Bavarian Rhapsody

My job has once again sent me overseas for a while, so it’s time for another series of travelogues from this Ugly American Abroad. Destination–Germany.

Ah, Bavaria in the springtime. It’s almost enough to make me bust out into a yodeling rendition of “The Lonely Goatherd.”


It’s very pretty here in the southeast corner of Germany–rolling green hills dotted with wildflowers where they’re not dominated by broad fields of wheat, barley, and hops. Yes, this is beer country, and the citizens are very proud of their local brews. We drive past villages with lofty towers, crumbling stone walls, and onion-domed churches from their medieval past, ringed by functional, boxlike modern buildings. Birds are singing, the sun is shining, and there’s a earthy, pungent hint of barnyard in the air which is more homey than unpleasant. Not a bad place to spend a couple of weeks.

Weiden's coat of arms

I’m lodging in the city of Weiden, officially known as Weiden in der Oberpfalz, a bustling little community that extends into the surrounding countryside to cover an administrative area serving around 300,000 people. The town first appears in historical records from 1271, with the first settlements probably established about the year 1000 A.D.

Two major European trade routes intersected at Weiden, which helped fuel its initial growth. These days, it’s known for high-quality porcelain manufactured by the Bauscher and Seltmann companies, and a mail-order house, Witt Weiden, that specializes in bed linens and clothing. The community is perhaps most proud of its favorite son, composer Max Reger, who spent much of his childhood in Weiden and returned there later in life to write music for organ and piano. He was elected Dean of the University of Leipzig in 1907.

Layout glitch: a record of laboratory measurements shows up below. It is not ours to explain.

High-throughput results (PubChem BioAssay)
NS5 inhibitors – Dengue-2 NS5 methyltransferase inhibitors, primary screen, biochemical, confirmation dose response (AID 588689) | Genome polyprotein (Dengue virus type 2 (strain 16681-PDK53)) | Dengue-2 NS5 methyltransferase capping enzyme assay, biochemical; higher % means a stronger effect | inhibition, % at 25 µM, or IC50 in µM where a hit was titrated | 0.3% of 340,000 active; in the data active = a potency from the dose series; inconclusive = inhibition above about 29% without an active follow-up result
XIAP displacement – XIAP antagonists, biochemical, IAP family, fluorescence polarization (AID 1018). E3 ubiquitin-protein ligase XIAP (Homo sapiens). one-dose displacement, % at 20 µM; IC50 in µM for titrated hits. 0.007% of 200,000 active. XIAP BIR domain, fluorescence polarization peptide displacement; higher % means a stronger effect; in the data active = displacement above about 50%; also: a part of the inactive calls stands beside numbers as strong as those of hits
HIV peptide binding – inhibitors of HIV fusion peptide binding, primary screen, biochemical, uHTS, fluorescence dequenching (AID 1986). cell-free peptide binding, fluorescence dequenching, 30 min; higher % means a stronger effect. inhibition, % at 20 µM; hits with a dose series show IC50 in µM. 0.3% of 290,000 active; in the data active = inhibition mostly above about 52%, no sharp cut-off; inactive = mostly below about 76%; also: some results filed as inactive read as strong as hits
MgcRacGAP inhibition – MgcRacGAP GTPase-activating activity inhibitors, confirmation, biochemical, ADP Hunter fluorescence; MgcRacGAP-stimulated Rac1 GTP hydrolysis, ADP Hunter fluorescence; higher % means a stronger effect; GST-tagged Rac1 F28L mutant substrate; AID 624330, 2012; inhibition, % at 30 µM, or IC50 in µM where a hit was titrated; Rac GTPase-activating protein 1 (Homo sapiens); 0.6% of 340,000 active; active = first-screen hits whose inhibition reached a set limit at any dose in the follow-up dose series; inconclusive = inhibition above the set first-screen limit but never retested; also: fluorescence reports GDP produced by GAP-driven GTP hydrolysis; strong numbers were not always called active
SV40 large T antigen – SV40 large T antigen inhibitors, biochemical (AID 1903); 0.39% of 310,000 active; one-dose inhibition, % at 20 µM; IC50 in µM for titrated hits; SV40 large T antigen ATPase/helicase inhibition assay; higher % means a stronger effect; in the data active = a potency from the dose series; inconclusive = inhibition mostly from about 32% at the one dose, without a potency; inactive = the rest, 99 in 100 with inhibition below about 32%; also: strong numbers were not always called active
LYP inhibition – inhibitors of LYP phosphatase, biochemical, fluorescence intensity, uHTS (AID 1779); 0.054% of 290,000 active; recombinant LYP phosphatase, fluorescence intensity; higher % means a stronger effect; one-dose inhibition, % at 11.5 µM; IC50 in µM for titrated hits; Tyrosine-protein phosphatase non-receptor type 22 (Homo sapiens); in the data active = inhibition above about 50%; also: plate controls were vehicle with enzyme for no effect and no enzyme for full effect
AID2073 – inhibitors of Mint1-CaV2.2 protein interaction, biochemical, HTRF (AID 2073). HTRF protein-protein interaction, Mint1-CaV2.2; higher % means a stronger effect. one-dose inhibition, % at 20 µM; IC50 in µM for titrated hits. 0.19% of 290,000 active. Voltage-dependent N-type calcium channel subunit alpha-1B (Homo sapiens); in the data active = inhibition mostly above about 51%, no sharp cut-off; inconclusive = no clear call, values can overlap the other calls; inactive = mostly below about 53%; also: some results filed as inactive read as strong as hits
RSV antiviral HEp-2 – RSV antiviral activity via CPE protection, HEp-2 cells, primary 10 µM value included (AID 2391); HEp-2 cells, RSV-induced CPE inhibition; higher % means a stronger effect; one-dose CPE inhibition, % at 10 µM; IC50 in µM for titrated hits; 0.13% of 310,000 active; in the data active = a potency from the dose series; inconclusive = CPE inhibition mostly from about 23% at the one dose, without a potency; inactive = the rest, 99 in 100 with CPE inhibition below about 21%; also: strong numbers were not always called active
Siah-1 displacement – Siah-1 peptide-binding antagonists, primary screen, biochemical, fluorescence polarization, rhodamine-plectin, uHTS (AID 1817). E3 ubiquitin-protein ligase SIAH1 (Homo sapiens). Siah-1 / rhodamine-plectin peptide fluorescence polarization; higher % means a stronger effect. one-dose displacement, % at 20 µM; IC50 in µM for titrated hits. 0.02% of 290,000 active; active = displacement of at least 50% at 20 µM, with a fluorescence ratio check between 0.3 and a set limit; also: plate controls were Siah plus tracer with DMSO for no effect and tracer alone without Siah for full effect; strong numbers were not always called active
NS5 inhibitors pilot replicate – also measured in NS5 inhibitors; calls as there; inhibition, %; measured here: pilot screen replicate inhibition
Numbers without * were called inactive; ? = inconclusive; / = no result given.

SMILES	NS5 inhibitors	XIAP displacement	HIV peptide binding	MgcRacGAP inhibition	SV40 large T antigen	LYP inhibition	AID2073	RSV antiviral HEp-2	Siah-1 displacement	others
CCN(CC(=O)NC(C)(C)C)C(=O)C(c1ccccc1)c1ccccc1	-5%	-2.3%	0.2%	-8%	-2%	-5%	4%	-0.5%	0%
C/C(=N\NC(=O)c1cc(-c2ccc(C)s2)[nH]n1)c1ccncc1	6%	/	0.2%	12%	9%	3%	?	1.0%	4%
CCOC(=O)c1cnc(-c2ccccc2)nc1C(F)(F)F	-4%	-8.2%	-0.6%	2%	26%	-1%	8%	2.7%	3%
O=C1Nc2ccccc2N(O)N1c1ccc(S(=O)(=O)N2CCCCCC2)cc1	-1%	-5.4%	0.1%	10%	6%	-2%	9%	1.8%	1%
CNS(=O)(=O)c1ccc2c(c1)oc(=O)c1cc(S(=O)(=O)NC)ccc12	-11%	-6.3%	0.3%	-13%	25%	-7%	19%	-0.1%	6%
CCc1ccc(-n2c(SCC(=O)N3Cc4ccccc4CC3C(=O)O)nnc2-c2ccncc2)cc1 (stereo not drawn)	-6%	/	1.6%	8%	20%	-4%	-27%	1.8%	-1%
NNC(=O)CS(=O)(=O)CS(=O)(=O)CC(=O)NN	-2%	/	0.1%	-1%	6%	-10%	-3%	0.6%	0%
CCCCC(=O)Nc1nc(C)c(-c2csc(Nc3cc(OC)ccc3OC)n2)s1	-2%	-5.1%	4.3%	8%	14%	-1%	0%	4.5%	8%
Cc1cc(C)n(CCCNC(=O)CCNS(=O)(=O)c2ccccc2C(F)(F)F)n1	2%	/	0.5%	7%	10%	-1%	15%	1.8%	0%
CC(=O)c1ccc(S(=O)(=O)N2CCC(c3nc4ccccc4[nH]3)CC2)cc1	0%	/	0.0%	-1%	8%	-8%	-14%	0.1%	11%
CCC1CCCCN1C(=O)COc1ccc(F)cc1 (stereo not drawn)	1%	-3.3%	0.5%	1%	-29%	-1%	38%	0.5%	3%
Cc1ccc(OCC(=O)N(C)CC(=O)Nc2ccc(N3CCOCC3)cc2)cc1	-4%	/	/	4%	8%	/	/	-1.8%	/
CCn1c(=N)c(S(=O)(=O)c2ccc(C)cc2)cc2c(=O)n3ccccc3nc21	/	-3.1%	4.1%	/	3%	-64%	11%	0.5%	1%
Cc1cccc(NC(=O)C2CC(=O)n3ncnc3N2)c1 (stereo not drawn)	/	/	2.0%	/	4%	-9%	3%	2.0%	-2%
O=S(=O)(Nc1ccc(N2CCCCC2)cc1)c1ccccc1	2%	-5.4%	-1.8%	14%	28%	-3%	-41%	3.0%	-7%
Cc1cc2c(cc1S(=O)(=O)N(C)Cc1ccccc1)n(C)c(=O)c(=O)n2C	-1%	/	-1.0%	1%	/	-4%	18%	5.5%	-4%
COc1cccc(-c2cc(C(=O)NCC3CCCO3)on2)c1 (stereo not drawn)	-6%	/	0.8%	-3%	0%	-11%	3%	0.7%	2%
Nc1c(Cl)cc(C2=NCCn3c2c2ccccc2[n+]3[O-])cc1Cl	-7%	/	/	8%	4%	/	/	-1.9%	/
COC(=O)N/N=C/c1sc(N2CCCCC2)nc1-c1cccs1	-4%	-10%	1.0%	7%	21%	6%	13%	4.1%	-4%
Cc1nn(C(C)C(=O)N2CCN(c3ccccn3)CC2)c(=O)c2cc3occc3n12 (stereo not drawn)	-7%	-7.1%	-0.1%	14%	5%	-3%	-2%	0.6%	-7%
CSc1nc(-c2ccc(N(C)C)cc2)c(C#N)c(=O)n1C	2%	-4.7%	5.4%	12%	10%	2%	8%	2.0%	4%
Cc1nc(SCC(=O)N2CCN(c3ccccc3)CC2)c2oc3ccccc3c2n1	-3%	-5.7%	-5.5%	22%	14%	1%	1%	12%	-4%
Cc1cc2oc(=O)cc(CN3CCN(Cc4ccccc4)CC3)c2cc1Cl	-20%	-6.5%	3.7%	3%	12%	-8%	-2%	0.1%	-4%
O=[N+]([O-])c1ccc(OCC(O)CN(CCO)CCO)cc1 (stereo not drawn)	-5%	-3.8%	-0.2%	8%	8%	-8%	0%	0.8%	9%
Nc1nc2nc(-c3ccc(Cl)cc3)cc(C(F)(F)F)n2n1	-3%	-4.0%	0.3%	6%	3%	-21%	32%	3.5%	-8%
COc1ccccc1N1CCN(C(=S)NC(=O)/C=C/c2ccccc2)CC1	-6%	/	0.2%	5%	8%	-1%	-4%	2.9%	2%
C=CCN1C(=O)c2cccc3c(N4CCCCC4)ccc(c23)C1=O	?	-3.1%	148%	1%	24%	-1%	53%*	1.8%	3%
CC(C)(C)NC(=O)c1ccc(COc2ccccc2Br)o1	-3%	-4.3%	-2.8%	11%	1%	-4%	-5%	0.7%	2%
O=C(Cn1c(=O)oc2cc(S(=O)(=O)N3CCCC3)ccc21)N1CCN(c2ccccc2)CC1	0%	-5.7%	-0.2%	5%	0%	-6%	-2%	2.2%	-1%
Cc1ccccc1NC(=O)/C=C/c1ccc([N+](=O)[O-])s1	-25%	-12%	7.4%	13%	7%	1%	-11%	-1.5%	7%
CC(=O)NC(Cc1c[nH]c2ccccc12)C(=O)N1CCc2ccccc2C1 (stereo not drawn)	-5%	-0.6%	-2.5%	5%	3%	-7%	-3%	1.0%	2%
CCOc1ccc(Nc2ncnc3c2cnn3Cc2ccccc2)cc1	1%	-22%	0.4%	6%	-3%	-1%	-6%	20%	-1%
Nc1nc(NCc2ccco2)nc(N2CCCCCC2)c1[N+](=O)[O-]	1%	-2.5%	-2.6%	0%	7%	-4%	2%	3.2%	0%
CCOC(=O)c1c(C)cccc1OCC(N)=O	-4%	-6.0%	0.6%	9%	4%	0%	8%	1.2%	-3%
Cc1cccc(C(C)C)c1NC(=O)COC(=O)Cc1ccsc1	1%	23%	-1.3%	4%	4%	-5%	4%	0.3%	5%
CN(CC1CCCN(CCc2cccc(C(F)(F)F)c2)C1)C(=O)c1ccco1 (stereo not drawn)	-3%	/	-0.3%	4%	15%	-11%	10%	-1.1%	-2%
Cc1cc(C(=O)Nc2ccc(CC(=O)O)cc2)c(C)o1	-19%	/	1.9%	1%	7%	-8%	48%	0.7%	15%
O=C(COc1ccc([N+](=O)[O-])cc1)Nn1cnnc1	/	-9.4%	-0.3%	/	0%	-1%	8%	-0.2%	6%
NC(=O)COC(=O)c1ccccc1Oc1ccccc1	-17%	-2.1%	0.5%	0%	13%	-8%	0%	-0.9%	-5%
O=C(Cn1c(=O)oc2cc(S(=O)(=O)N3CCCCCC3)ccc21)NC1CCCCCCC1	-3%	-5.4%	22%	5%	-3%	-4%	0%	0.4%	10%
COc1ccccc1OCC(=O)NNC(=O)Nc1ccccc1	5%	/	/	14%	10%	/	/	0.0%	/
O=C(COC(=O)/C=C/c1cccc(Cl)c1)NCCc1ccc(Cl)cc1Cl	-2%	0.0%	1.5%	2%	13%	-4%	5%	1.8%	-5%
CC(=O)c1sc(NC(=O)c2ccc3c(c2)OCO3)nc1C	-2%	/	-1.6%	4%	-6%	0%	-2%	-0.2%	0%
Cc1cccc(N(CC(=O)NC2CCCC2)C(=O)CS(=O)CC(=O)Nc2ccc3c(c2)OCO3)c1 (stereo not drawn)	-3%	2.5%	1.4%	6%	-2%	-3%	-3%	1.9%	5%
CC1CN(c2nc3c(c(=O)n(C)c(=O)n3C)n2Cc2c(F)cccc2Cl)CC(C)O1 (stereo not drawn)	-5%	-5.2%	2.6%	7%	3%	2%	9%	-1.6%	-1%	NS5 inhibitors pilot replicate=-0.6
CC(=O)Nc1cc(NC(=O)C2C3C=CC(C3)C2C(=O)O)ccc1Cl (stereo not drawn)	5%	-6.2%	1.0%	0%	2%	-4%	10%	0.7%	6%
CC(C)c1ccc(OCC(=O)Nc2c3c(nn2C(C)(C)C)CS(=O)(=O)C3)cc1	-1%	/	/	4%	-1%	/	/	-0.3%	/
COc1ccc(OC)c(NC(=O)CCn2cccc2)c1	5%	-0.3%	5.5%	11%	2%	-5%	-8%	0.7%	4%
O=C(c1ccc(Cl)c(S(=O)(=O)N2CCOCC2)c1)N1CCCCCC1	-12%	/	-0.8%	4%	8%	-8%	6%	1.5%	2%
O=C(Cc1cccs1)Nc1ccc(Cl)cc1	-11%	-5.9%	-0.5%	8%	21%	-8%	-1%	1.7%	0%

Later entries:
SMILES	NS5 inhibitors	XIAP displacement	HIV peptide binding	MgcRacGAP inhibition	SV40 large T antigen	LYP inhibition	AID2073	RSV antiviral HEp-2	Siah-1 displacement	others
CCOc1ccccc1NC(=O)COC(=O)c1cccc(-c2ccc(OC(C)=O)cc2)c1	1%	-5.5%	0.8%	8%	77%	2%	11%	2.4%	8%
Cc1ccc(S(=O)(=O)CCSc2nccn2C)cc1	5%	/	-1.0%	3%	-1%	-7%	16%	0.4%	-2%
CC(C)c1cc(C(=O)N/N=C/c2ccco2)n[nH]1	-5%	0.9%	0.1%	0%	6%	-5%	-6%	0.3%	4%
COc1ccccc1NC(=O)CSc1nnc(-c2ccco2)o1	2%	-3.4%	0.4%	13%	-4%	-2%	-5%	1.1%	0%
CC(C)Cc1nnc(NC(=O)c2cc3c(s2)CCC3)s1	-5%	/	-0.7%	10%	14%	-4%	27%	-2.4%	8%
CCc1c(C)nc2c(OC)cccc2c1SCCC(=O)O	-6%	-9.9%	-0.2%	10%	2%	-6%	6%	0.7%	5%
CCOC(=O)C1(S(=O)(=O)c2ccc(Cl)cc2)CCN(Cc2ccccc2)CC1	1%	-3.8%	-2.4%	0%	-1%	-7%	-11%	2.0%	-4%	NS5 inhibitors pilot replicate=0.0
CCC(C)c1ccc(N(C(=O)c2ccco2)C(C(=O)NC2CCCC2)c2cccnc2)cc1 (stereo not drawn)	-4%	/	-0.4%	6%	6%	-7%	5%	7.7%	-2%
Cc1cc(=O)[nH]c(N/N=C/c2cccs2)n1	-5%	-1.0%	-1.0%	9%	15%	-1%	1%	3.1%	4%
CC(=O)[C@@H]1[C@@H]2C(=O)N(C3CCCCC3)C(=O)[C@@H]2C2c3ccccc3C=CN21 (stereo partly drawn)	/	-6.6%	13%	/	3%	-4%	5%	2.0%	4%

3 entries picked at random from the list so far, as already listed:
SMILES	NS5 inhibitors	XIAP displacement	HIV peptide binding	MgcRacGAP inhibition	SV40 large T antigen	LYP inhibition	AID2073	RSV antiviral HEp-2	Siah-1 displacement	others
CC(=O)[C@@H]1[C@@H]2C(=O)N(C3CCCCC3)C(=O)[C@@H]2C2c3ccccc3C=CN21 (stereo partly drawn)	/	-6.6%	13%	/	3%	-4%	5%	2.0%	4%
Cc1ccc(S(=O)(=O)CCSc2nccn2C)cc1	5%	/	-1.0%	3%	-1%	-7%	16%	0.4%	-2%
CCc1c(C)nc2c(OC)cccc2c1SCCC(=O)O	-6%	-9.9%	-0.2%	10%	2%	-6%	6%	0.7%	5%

So, as I wander and explore in my off-duty time here, I’ll post some pictures of the interesting things I find and write down my thoughts as I try to make sense of the whole experience. Auf Wiedersehen!


Leave a Reply

Fill in your details below or click an icon to log in: Logo

You are commenting using your account. Log Out /  Change )

Google+ photo

You are commenting using your Google+ account. Log Out /  Change )

Twitter picture

You are commenting using your Twitter account. Log Out /  Change )

Facebook photo

You are commenting using your Facebook account. Log Out /  Change )


Connecting to %s